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I find vintage barware stunning, but the current craze renders it well beyond my plebian price range. I can't roll into a collector's shop like Mood Indigo, drop $900, and not worry where me and my beautiful 1930's shaker will be parking it for the next two months. I'm reduced to ordering those awful nudie-girl swizzle sticks off the Internetthe kind with groovy suggestions like "bottoms up" (hardy, har har!).
Be as it may, some middle ground does exist for those of us with little dinero. It might require the tenaciousness of a true collector like Stephen Visakay, who scours flea markets and yard sales in the early-morning hours and owns 1,600-plus pieces. Yet the time comes when last year's gift of aged whiskey deserves more than your "Happy Horny 30th" mug. Also, a leather-bound flask and crystal tumbler would make smooth-ass gifts for your wannabe debonair pals.
First, a bit of background: The golden age of barware began with Prohibition and continued after its repeal, through the '30s and '40s. In the 1920s, people were forced to surreptitiously mix drinks at home, spawning a nationwide appreciation for exquisitely crafted shakers and accessories. The glamorous lifestyles portrayed in movies like The Thin Man made everyone desire a taste of that sophistication, however fabricated it was. "You couldn't afford the fancy furniture and cars," explains Visakay, "but you could afford one symbol of luxury: a chrome cocktail shaker."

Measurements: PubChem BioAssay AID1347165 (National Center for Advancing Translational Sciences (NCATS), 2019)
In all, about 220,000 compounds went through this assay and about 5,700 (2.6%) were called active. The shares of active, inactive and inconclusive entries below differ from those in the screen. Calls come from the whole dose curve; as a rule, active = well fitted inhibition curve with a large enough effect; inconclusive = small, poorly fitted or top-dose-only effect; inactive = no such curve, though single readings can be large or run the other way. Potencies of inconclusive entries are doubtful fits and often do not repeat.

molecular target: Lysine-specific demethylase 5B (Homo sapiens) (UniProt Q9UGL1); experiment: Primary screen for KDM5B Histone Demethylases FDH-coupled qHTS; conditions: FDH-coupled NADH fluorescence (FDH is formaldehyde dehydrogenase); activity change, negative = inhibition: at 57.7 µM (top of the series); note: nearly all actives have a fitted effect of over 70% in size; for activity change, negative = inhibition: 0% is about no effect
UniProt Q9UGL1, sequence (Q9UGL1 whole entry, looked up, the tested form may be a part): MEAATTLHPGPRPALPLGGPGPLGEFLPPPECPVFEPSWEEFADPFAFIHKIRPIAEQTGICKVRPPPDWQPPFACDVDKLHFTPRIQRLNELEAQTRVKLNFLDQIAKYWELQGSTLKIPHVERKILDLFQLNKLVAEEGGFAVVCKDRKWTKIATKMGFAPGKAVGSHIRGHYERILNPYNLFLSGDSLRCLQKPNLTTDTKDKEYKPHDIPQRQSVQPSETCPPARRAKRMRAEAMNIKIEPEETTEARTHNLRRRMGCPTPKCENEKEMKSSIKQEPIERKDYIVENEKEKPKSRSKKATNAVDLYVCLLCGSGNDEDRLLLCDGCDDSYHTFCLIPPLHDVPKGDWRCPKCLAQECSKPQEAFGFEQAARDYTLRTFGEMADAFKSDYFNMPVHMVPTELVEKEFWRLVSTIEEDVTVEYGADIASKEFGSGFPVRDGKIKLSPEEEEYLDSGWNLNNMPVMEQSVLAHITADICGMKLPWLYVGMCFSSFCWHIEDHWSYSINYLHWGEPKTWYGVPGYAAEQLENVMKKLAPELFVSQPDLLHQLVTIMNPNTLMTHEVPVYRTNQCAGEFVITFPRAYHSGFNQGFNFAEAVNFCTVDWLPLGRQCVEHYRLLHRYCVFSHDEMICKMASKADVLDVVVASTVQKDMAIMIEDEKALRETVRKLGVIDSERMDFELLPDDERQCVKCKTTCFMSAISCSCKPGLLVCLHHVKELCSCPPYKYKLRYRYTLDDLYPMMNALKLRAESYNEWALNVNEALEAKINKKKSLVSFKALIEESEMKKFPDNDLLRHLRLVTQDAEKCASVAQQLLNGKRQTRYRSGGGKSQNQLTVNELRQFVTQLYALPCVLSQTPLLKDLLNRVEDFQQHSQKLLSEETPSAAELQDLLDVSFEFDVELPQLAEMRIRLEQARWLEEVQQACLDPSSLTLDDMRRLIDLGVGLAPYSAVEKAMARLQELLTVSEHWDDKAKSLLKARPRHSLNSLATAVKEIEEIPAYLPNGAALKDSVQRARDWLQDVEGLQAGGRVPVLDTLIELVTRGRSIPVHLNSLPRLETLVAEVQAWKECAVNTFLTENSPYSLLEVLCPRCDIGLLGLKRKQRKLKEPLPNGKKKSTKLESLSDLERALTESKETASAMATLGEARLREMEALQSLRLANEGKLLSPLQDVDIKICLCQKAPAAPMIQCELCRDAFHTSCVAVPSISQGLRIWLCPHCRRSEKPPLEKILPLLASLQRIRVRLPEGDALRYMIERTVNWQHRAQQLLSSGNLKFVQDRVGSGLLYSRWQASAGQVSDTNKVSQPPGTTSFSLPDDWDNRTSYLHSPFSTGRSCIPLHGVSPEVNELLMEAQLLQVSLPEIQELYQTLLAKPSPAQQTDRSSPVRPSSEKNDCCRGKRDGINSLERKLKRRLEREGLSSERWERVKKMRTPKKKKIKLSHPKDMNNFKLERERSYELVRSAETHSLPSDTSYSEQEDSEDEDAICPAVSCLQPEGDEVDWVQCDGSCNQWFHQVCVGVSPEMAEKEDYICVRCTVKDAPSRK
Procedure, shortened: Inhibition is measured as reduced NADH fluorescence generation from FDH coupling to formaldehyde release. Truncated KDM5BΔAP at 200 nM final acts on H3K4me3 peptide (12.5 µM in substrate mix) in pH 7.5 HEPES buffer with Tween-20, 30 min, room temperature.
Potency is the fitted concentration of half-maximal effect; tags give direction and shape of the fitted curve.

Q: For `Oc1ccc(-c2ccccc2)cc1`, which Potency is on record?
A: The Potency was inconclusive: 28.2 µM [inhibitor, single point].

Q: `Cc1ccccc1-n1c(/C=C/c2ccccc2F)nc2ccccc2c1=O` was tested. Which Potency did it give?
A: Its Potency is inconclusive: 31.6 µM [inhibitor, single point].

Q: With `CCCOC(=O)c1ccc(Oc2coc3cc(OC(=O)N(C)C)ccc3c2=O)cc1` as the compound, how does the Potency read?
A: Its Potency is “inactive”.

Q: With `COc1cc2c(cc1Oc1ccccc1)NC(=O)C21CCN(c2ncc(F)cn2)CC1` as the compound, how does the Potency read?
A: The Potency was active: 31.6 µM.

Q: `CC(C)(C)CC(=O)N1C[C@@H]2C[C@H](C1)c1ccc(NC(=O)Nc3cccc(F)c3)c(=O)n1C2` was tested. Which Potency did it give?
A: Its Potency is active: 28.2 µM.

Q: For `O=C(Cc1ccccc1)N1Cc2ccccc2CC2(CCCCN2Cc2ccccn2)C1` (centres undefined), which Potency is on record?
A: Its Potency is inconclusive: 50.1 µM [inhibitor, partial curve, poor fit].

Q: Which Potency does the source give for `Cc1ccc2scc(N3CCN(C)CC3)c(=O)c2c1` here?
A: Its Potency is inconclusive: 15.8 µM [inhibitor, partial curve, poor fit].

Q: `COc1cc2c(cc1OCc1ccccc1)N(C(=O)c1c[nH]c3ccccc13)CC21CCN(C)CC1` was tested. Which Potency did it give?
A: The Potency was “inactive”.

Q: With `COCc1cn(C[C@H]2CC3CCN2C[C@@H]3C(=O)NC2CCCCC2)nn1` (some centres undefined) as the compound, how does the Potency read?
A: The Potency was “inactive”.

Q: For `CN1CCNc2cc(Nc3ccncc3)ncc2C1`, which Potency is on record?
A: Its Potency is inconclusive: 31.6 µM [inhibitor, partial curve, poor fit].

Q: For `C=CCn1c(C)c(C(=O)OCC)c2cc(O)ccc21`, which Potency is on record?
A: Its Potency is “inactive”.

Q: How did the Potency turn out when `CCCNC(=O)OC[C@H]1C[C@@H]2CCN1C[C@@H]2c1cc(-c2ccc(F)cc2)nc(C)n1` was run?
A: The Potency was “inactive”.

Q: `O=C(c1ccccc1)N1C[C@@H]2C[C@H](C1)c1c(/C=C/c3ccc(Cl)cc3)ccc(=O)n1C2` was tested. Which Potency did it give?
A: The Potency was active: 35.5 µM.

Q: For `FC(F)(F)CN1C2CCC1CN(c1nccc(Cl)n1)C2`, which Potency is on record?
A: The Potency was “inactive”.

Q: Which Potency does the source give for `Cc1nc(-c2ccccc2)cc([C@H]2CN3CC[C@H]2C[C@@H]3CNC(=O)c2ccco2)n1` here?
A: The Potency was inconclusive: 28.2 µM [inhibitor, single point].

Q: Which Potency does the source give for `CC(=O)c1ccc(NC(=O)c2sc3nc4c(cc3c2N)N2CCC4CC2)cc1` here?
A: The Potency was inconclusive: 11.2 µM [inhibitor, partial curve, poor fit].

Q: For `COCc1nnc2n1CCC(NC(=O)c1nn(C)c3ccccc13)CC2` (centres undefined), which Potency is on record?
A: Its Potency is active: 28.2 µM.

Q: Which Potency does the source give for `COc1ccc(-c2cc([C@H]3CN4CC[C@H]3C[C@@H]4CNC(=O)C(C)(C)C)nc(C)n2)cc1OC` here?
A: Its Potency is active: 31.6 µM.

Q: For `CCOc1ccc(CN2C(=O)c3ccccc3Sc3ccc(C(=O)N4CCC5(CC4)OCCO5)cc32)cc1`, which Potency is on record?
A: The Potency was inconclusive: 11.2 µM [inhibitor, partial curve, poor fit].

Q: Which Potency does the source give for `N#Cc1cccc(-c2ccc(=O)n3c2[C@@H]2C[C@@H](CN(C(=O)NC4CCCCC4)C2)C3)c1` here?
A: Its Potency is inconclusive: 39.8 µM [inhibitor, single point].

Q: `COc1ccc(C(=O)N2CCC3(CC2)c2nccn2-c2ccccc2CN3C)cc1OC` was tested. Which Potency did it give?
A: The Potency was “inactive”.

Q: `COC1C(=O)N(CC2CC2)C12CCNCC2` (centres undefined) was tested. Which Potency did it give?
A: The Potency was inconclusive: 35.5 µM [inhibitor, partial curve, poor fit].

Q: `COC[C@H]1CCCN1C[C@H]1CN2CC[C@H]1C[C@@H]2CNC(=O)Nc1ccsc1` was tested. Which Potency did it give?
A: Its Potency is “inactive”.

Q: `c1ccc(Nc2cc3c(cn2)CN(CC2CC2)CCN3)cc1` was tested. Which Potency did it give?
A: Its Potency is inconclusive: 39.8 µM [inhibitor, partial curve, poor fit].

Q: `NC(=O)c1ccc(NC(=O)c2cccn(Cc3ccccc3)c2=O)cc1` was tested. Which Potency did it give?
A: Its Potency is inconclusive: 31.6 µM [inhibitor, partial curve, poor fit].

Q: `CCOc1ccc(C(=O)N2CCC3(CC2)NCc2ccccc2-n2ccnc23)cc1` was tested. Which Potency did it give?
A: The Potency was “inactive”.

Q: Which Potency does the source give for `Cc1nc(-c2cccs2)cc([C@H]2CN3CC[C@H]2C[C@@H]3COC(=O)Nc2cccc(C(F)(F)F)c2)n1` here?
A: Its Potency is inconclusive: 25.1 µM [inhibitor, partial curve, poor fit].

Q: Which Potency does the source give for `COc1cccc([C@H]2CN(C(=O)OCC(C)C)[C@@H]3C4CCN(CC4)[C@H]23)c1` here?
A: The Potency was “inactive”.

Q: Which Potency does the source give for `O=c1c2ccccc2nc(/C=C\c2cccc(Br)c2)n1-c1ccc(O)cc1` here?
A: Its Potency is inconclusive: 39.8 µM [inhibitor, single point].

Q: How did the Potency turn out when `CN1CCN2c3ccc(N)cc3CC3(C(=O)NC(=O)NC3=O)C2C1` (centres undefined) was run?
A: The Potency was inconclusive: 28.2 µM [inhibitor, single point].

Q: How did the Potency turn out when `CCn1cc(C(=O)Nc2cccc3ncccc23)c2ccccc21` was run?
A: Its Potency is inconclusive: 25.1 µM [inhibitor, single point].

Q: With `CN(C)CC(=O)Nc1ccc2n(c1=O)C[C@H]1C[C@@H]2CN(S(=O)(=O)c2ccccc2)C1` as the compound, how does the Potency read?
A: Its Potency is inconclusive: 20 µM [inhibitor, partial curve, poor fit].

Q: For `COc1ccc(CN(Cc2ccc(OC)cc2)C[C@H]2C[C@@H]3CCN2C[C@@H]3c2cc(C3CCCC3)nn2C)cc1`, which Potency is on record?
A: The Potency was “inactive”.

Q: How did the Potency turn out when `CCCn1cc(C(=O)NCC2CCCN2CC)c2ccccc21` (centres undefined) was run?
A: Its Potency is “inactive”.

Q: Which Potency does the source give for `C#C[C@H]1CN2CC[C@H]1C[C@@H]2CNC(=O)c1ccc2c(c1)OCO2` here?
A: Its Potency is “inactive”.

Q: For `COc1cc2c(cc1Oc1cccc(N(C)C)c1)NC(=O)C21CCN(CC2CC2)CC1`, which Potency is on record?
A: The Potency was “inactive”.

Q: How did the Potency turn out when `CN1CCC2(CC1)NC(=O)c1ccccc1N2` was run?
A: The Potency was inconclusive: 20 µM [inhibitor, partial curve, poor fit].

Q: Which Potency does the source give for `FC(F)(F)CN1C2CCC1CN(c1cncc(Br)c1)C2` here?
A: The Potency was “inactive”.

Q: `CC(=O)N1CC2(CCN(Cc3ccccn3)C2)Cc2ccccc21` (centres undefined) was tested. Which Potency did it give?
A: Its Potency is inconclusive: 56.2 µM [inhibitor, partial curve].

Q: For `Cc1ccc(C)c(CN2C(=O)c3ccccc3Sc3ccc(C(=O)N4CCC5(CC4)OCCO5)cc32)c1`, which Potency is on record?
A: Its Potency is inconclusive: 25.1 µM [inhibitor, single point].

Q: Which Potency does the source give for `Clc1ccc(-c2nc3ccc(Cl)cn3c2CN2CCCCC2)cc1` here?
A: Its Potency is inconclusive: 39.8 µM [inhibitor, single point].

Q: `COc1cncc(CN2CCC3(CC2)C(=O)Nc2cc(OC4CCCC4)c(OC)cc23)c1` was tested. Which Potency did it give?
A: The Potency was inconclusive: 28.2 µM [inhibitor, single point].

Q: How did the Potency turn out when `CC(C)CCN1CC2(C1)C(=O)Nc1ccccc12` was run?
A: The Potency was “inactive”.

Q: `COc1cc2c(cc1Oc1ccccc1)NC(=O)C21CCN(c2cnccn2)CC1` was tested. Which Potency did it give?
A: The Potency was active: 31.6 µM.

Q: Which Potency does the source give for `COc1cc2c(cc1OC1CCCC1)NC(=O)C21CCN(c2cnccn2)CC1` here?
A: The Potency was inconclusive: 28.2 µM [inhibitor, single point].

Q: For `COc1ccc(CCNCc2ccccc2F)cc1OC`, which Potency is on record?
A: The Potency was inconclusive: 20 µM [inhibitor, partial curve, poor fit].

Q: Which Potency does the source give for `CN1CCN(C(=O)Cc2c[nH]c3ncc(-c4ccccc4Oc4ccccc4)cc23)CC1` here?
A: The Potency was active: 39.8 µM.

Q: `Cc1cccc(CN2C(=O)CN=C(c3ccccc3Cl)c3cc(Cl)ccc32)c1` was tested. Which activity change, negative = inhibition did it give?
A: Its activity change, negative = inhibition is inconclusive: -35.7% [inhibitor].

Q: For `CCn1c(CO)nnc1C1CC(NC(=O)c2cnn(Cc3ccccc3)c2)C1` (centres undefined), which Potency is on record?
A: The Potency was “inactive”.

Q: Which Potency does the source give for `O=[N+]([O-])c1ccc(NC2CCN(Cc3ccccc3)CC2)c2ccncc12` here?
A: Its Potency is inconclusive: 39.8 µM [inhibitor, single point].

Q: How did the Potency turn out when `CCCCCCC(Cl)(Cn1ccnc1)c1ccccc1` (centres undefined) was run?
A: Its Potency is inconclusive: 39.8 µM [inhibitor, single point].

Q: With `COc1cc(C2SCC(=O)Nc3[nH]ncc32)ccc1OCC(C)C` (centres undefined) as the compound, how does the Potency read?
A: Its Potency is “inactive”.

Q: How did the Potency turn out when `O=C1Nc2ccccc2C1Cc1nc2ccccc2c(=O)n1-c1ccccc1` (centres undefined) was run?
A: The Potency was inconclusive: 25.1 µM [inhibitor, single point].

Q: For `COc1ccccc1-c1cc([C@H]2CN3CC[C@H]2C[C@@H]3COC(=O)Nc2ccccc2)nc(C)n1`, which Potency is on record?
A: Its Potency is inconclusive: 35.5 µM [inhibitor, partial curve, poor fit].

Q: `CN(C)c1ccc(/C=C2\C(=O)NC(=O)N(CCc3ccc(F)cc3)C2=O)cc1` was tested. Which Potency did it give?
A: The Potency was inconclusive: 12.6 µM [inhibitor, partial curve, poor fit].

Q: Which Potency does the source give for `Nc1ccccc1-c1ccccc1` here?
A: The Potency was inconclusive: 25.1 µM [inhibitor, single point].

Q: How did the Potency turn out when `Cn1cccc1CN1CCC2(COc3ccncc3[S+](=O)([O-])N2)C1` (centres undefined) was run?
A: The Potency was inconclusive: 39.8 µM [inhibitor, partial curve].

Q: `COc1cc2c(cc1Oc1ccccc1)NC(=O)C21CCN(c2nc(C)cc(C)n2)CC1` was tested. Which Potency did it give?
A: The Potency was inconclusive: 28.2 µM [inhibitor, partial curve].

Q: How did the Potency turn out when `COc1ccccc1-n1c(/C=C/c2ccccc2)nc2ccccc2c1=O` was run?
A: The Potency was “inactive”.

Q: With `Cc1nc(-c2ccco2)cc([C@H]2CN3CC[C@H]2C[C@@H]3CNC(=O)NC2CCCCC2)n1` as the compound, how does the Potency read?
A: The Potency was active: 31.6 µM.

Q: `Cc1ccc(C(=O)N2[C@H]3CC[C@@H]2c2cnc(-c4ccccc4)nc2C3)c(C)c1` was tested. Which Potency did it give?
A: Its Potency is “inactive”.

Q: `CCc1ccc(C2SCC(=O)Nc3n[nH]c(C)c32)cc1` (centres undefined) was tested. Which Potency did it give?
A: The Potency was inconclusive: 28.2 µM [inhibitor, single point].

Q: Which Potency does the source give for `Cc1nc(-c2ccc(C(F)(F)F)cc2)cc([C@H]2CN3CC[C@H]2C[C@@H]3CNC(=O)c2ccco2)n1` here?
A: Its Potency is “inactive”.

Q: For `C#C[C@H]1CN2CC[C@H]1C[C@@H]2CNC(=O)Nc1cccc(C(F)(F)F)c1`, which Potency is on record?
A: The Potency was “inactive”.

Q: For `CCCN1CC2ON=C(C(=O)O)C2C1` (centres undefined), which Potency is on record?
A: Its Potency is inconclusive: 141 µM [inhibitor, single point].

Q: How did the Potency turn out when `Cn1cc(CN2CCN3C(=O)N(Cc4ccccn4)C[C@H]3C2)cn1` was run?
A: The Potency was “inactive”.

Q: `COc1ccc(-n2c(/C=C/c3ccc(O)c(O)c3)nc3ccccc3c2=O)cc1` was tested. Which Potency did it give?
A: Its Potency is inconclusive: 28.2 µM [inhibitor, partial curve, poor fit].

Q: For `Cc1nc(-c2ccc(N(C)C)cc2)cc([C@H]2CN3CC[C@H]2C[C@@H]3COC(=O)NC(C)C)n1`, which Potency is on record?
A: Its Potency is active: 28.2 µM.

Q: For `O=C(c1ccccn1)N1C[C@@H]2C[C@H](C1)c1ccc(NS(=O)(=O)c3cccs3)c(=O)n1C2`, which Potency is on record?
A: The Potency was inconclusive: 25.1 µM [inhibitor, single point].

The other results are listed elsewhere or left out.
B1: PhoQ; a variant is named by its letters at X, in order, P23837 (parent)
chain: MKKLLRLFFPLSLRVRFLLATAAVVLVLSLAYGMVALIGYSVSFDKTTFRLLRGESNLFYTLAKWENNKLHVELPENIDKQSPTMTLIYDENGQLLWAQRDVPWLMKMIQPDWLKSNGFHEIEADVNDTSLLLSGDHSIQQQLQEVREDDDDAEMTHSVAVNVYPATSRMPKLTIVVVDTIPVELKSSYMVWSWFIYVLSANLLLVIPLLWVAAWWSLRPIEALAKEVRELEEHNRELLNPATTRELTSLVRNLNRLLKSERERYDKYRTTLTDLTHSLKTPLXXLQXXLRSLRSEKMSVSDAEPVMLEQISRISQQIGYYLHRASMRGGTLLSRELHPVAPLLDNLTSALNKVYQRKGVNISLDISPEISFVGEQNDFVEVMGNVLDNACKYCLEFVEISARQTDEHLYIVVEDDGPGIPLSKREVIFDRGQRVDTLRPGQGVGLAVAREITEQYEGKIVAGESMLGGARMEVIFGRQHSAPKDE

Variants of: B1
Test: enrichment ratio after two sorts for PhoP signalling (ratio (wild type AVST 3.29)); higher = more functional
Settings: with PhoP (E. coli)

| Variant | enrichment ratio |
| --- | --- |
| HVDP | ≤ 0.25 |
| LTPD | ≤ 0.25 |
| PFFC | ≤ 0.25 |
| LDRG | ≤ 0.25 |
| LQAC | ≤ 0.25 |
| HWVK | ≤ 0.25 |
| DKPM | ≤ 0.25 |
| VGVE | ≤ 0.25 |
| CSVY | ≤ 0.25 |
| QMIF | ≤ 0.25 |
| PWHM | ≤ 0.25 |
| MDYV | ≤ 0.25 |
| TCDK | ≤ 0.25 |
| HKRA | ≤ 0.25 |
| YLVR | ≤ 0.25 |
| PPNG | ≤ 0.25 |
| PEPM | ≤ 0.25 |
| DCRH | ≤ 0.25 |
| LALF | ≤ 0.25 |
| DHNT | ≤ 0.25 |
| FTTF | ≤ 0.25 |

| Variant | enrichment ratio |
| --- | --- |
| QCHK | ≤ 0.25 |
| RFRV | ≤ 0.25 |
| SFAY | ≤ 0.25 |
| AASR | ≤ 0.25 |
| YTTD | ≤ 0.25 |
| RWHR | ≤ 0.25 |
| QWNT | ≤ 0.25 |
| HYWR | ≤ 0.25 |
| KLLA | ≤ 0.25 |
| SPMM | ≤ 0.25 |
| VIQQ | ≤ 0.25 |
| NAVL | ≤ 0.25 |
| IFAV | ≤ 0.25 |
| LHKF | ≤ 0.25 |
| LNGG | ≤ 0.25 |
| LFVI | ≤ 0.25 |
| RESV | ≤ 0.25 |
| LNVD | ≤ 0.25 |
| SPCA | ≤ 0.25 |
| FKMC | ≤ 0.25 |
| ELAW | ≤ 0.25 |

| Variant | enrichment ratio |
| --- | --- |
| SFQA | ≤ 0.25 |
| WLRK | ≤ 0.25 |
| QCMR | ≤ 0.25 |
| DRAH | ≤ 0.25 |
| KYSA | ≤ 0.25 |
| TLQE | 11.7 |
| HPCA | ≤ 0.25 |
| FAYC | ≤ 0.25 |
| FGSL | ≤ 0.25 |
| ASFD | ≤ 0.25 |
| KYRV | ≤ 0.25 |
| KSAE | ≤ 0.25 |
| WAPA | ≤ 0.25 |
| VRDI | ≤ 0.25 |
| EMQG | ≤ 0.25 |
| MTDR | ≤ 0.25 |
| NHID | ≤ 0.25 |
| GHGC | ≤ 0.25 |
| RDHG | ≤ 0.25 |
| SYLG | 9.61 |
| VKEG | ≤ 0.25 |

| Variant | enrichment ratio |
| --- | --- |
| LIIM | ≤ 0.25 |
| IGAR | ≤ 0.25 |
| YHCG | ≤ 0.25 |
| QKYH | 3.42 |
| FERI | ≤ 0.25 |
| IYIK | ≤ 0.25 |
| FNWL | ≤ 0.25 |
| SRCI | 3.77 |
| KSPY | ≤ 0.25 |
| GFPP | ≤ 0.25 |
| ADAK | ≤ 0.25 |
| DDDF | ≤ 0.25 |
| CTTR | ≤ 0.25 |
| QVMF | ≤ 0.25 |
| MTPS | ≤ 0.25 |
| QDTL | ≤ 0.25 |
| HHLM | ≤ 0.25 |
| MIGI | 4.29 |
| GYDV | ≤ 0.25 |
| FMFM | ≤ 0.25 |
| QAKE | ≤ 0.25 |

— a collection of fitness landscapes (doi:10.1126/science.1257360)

The most treasured are those from renowned makers like Napier or Revere, or those in unusual forms. Art Deco shapes like skyscrapers, or penguins (in their natural tuxes, symbolizing the good life), even zeppelins are extremely valuable. A shaker that looks like a lighthouse from the International Silver Company is currently sold at Upper East Side boutique Deco Deluxe for $27,000.
When it comes to this sort of treasure-hunting, a price guide like Visakay's own Vintage Bar Ware is a must. No one likes to discover they've dropped $100 bucks on a glass that's worth $2. Visakay's book, which is currently out of print (used copies are still available on Amazon), has plenty of tips to keep in mind: When buying glassware, look for brilliant colors, and for possible chips around the rim and the bottom edgethey can reduce the worth by 30 percent. Likewise, inspect metal for scratches, dents, chips, flakes. And if it says "925" or "sterling" on the bottom, you've struck gold (well, silver, more accurately).
Also be prepared to duke it out with some pretty loony collectors. "I thought depression-glass people were a little strange," says Visakay, "but swizzle-stick collectors are completely wacky. They collect new and old; there's no such thing as vintage to them."